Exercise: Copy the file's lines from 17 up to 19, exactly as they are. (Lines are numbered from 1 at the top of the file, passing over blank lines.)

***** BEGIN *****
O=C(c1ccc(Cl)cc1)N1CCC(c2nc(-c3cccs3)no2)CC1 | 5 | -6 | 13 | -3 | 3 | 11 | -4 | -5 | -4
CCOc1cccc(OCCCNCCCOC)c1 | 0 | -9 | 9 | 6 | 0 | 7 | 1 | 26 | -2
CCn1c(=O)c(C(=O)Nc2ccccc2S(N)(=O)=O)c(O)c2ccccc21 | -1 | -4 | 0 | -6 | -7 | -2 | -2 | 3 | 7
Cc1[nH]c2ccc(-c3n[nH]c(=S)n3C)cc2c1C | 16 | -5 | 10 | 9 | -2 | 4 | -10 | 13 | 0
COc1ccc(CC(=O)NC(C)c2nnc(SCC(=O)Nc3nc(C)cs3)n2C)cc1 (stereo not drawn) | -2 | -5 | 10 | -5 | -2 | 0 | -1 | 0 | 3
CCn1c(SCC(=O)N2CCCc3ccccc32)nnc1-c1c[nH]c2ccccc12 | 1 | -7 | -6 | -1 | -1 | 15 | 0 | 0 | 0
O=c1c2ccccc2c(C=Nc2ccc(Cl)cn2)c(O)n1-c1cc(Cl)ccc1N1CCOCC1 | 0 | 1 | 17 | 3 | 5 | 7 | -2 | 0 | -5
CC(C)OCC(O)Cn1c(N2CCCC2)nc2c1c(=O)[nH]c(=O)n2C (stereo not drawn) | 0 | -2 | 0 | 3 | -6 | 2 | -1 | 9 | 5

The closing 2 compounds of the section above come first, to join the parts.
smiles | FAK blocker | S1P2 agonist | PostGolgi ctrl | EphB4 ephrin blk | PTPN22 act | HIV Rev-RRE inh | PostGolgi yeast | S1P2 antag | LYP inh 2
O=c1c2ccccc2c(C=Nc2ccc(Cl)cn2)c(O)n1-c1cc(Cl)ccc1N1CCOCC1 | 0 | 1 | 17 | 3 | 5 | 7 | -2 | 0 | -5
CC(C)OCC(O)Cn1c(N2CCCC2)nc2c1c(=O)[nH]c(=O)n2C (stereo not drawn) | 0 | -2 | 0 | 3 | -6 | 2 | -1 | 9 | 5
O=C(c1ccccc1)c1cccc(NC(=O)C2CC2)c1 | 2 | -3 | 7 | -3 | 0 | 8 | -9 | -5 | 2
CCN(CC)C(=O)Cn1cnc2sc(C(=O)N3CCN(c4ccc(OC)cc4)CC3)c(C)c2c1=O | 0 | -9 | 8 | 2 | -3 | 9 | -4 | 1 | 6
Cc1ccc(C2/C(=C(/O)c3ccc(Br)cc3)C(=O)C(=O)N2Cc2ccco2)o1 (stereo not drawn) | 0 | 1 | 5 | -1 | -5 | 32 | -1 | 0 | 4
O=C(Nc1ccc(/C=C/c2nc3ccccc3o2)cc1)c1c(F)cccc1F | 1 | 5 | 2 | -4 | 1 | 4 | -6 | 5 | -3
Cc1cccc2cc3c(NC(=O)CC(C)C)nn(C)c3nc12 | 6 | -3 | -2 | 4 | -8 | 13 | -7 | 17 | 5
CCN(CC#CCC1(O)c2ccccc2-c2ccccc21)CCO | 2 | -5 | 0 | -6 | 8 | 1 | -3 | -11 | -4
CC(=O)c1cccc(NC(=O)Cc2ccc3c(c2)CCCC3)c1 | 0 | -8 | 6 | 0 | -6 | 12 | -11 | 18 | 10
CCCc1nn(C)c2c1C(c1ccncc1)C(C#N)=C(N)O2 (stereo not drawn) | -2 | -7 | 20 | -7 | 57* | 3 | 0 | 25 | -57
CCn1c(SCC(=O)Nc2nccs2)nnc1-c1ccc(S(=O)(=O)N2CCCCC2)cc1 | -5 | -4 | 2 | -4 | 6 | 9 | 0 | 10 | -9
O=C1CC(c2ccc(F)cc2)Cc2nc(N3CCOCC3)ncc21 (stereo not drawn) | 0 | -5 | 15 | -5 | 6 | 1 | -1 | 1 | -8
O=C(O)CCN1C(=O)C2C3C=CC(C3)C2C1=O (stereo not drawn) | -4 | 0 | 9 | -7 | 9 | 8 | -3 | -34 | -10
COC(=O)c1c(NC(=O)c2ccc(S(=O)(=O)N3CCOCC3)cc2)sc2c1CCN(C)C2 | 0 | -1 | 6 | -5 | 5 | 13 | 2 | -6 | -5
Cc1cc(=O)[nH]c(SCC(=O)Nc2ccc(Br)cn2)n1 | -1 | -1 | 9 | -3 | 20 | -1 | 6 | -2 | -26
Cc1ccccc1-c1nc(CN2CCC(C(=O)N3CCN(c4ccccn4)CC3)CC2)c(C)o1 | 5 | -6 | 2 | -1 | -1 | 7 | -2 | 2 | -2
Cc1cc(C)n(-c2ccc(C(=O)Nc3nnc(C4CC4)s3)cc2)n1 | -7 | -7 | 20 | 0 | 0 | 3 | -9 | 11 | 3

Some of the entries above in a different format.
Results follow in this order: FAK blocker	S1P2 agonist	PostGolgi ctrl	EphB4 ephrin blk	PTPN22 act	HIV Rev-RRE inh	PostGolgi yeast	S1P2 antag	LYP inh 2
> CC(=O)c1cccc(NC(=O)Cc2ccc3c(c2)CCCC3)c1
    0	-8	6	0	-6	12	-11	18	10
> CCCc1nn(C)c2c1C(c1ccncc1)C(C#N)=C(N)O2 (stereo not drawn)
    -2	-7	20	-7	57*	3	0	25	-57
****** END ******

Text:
Cc1cccc2cc3c(NC(=O)CC(C)C)nn(C)c3nc12 | 6 | -3 | -2 | 4 | -8 | 13 | -7 | 17 | 5
CCN(CC#CCC1(O)c2ccccc2-c2ccccc21)CCO | 2 | -5 | 0 | -6 | 8 | 1 | -3 | -11 | -4
CC(=O)c1cccc(NC(=O)Cc2ccc3c(c2)CCCC3)c1 | 0 | -8 | 6 | 0 | -6 | 12 | -11 | 18 | 10